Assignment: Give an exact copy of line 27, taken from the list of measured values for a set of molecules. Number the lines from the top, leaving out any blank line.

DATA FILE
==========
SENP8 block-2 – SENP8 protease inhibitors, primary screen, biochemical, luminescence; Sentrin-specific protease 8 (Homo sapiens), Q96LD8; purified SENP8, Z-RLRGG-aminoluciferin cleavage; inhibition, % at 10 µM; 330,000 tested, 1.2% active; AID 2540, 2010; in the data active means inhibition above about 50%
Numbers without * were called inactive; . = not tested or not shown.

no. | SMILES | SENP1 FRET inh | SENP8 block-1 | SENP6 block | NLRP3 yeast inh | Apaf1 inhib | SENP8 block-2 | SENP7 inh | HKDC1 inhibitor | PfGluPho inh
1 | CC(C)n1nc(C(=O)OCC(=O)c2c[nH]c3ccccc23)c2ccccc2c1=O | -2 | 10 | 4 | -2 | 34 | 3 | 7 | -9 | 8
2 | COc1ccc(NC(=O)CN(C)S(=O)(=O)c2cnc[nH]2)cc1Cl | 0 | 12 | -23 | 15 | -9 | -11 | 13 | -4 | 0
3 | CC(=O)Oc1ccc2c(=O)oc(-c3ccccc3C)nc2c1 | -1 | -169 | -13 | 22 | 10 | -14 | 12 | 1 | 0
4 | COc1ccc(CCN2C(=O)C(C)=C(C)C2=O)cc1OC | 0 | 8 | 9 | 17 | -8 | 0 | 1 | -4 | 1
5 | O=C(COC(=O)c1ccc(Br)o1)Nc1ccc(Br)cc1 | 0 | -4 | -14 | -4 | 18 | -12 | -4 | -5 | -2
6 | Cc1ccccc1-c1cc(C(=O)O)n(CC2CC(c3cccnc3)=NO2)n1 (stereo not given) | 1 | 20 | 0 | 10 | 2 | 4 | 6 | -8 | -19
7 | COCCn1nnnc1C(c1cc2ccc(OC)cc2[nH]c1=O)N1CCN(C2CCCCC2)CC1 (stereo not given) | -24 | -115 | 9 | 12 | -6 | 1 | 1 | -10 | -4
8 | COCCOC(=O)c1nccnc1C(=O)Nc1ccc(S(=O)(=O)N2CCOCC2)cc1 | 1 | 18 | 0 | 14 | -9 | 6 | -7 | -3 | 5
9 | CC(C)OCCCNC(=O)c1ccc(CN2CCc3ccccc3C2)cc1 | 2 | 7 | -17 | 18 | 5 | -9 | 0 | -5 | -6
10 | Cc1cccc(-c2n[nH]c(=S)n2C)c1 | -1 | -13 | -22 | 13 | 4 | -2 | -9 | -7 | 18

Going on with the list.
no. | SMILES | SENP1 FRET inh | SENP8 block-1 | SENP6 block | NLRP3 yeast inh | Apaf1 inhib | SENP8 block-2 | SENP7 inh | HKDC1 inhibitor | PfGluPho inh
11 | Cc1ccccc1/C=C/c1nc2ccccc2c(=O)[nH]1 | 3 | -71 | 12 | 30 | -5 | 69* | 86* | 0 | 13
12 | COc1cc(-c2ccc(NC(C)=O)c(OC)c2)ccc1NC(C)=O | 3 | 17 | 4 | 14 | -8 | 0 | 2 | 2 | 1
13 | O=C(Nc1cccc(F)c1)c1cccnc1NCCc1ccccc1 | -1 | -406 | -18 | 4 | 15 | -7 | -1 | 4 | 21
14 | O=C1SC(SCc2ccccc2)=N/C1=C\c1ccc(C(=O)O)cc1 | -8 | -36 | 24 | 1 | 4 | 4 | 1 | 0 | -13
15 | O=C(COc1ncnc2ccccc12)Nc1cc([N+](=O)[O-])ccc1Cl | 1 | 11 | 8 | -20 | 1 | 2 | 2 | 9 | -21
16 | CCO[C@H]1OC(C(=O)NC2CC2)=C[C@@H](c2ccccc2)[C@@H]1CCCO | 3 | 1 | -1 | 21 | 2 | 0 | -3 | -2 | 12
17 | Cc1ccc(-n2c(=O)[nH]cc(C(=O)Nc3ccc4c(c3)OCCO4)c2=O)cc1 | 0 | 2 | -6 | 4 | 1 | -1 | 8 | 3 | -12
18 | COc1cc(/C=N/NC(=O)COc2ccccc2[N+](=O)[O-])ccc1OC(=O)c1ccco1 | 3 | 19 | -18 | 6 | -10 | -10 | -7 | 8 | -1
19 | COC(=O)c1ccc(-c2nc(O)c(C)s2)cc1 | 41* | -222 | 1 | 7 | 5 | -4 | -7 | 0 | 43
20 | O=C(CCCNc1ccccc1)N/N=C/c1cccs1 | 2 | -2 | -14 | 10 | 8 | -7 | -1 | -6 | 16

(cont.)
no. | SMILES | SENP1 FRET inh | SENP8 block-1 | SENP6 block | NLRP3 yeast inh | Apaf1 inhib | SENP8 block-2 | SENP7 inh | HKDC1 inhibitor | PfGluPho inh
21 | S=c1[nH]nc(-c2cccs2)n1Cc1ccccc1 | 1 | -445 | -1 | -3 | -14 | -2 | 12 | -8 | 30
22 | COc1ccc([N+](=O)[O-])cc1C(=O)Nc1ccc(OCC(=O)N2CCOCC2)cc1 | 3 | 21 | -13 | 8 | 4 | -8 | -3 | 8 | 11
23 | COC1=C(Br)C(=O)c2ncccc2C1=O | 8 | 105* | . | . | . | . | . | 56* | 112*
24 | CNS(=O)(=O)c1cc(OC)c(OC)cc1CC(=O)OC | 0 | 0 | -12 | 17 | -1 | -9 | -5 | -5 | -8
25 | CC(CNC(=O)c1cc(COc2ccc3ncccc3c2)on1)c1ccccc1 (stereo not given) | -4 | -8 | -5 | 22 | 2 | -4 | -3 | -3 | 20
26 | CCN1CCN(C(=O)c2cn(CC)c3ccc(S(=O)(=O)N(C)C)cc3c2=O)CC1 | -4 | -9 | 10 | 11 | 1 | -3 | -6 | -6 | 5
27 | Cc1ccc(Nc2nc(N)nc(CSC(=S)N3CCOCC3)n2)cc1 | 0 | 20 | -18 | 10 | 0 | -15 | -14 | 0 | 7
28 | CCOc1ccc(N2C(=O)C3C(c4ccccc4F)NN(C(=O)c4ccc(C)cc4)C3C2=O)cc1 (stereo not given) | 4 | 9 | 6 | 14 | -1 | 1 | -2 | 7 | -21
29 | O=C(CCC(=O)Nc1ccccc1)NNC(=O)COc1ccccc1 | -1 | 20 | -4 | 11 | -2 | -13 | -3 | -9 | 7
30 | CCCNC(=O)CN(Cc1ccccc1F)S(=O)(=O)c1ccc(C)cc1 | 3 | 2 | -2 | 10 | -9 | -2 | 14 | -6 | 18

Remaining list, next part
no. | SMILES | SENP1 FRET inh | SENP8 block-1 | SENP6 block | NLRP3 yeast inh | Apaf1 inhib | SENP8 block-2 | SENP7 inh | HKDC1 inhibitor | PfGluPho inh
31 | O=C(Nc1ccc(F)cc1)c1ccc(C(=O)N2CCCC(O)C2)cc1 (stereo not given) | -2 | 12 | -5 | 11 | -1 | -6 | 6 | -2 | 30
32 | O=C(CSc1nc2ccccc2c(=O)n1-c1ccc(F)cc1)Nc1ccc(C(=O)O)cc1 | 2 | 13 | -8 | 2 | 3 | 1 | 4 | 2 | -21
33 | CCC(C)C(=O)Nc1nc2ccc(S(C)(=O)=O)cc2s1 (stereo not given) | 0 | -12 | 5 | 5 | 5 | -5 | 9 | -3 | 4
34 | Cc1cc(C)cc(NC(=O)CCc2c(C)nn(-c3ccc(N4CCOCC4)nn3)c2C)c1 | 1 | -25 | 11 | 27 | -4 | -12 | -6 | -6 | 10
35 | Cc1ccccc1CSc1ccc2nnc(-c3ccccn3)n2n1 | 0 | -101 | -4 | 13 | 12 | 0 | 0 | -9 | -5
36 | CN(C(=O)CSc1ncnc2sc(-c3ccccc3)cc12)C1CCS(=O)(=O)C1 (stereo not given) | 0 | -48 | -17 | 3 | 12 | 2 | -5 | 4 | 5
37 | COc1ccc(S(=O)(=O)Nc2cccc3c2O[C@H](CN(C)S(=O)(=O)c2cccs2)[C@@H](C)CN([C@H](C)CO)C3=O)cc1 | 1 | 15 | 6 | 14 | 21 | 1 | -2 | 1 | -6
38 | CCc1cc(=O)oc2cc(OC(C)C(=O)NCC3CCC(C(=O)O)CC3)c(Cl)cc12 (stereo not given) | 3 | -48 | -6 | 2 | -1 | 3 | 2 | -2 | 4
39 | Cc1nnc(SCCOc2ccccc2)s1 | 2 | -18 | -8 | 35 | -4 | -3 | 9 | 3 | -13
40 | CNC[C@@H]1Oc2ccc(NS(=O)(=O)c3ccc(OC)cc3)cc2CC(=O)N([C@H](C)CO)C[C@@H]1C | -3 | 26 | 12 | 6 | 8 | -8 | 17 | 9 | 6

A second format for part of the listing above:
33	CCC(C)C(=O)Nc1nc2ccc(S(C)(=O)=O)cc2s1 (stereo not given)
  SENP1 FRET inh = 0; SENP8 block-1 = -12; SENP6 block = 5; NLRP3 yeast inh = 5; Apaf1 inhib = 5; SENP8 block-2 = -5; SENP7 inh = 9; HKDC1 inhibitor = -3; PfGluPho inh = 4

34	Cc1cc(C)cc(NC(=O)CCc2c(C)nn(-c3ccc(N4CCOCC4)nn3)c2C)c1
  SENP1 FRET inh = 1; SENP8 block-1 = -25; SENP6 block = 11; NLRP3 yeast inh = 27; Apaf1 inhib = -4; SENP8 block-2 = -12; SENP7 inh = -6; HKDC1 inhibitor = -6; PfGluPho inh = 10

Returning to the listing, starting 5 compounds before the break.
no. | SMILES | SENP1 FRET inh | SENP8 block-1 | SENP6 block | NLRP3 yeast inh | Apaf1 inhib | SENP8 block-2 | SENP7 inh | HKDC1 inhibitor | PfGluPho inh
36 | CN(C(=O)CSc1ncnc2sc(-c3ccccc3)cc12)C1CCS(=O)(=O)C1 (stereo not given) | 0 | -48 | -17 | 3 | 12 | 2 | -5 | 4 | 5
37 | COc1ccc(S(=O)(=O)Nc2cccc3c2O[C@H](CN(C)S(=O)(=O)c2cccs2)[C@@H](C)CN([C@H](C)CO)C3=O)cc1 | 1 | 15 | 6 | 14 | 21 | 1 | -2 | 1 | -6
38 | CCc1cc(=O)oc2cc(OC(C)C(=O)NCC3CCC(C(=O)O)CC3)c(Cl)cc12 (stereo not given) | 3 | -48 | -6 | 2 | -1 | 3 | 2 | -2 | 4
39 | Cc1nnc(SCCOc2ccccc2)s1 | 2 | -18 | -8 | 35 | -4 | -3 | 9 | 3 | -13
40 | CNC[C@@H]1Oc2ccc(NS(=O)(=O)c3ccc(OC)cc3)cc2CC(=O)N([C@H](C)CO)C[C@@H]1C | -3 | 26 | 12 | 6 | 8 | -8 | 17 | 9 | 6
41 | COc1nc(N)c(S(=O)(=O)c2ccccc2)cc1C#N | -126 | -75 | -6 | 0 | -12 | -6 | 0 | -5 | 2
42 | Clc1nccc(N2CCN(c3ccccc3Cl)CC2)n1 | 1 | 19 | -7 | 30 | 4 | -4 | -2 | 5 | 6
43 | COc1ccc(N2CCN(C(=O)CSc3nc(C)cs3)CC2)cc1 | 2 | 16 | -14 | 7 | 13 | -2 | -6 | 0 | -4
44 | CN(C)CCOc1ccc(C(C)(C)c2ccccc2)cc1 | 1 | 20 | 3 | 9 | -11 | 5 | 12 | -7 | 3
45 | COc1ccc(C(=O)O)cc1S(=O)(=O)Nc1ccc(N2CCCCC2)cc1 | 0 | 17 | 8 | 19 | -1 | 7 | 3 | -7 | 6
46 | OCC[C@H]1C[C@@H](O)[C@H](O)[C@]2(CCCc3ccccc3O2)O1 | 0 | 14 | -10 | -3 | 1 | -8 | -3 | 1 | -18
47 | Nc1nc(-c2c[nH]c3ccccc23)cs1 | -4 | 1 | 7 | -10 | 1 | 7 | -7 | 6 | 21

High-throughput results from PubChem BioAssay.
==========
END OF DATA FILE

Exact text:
no. | SMILES | SENP1 FRET inh | SENP8 block-1 | SENP6 block | NLRP3 yeast inh | Apaf1 inhib | SENP8 block-2 | SENP7 inh | HKDC1 inhibitor | PfGluPho inh